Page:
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Springtime Observations
by Melani Roewe

Spring is just around the corner, and soon all manner of wonderful little surprises will be peeking up at you as you venture out for a walk. Little shoots of pale green grasses, pointed spears of crocus and daffodil plants, and the teeniest white, pink, or blue five-petaled flowers of thrift and phlox are getting ready to emerge from their winter sleep. What an exciting season change this is!

1. A fun way to discover the changes taking place is to choose a spot in your yard which you can keep a close eye on.

2. The spot you choose should be away from where people usually walk.

3. Ask mom for either a piece of string 3 feet long or a coat hanger.

    If you use string, tie the string ends together to form a circle.

    If you use a coat hanger, ask mom or dad to help you pull it into the shape of a circle. It doesn't need to be perfect.

4. Lay the circle you have made on the ground in the spot you have chosen. (If necessary, weight the string or coat hanger down with some rocks to keep it in place).

5. Visit this spot every day. Notice the changes that are taking place.

  • Are insects living here?
  • Have any grasses begun growing that weren't = before?
  • Are any interesting plants poking through?

At first you might not see many changes. If this happens, try checking your spot once a week. As soon as you do notice changes occurring, visit the site more often.

  • Keep a diary, or Field Journal, of what goes on in your spot.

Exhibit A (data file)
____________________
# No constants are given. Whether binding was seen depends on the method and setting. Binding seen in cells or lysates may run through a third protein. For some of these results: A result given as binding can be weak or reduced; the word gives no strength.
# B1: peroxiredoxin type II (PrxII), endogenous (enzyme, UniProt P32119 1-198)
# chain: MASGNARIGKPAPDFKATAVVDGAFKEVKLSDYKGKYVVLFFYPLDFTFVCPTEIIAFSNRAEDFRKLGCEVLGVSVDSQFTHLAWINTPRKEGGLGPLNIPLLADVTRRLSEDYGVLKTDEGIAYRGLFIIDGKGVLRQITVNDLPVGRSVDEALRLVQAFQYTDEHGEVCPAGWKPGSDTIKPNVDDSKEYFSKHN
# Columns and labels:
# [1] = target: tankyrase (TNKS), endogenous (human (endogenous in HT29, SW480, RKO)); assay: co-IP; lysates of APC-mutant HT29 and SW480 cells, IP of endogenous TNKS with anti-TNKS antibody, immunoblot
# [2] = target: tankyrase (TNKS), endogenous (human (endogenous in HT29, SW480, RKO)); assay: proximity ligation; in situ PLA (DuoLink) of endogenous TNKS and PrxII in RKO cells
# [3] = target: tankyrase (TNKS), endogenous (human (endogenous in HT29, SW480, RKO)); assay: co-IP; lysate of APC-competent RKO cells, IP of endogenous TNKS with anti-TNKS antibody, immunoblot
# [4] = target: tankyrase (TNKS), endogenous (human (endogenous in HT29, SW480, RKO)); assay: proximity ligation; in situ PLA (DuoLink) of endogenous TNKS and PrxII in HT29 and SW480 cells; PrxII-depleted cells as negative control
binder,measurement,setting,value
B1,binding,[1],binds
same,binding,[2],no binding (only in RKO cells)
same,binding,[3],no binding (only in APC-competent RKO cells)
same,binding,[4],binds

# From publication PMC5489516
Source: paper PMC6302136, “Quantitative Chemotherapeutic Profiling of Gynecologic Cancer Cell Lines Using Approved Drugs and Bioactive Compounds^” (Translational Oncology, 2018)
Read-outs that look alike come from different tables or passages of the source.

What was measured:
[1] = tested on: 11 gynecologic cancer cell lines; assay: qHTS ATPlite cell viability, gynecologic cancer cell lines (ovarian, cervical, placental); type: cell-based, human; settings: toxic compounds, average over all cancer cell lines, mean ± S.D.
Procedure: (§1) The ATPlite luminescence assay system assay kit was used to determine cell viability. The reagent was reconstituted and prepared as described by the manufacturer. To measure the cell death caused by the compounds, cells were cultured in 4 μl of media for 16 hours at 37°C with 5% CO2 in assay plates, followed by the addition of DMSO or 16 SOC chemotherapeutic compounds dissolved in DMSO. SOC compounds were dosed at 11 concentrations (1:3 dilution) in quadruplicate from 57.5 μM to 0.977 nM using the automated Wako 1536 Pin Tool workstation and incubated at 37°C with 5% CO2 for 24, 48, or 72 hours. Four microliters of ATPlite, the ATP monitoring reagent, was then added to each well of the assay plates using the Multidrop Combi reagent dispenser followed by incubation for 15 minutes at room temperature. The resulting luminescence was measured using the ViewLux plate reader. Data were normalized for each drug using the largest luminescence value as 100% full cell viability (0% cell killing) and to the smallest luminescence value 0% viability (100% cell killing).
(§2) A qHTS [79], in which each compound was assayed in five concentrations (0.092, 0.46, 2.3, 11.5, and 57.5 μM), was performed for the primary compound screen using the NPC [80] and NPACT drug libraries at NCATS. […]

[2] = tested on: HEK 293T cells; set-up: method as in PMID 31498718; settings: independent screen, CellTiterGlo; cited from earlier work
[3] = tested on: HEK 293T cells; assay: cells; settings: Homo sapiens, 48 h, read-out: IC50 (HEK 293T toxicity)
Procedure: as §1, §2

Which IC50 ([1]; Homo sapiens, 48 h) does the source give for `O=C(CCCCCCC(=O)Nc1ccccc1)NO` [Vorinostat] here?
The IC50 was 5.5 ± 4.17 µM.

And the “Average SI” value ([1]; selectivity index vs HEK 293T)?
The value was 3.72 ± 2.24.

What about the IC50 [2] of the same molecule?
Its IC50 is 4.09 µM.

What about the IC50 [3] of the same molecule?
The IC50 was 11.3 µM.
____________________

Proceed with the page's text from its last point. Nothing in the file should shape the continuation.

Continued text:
• Draw pictures of the spot when you first chose it and pictures of the changes after they occur. Be sure to date and sign your pictures.

When you get tired of watching this spot, simply pick up your circle and try it somewhere else in your yard. Remember, though, to pick an area where people will not be tripping over the string or coat hanger!!!

BE A SCIENTIST: Lay out two or three circles in different areas of the yard. Record in your Field Journal the changes occurring in each circle. Be sure to take notes the same day for all of the spots.

  • Are there fewer, more, or the same amount of insects living or traveling across each spot?
  • Do the same grasses and plants grow in each?
  • Do the grasses and plants grow at the same rate?
  • Does each spot get the same amount of rain, sun, and shade?

Who knows? Maybe your observations will help your family choose the best site for a vegetable or flower garden, children's play area, or pet area!

Aren't you smart!


Melani Roewe is a former news editor, Girl Scout Leader and Adult Trainer and K-12 educator who enjoys alpine wilderness hiking, birdwatching, fishing, snow- and water-skiing, swimming, and camping. She directs her church's Youth and Adult Choirs and lives in Oklahoma with her husband and two children. She is also owner of the Glass Carver.

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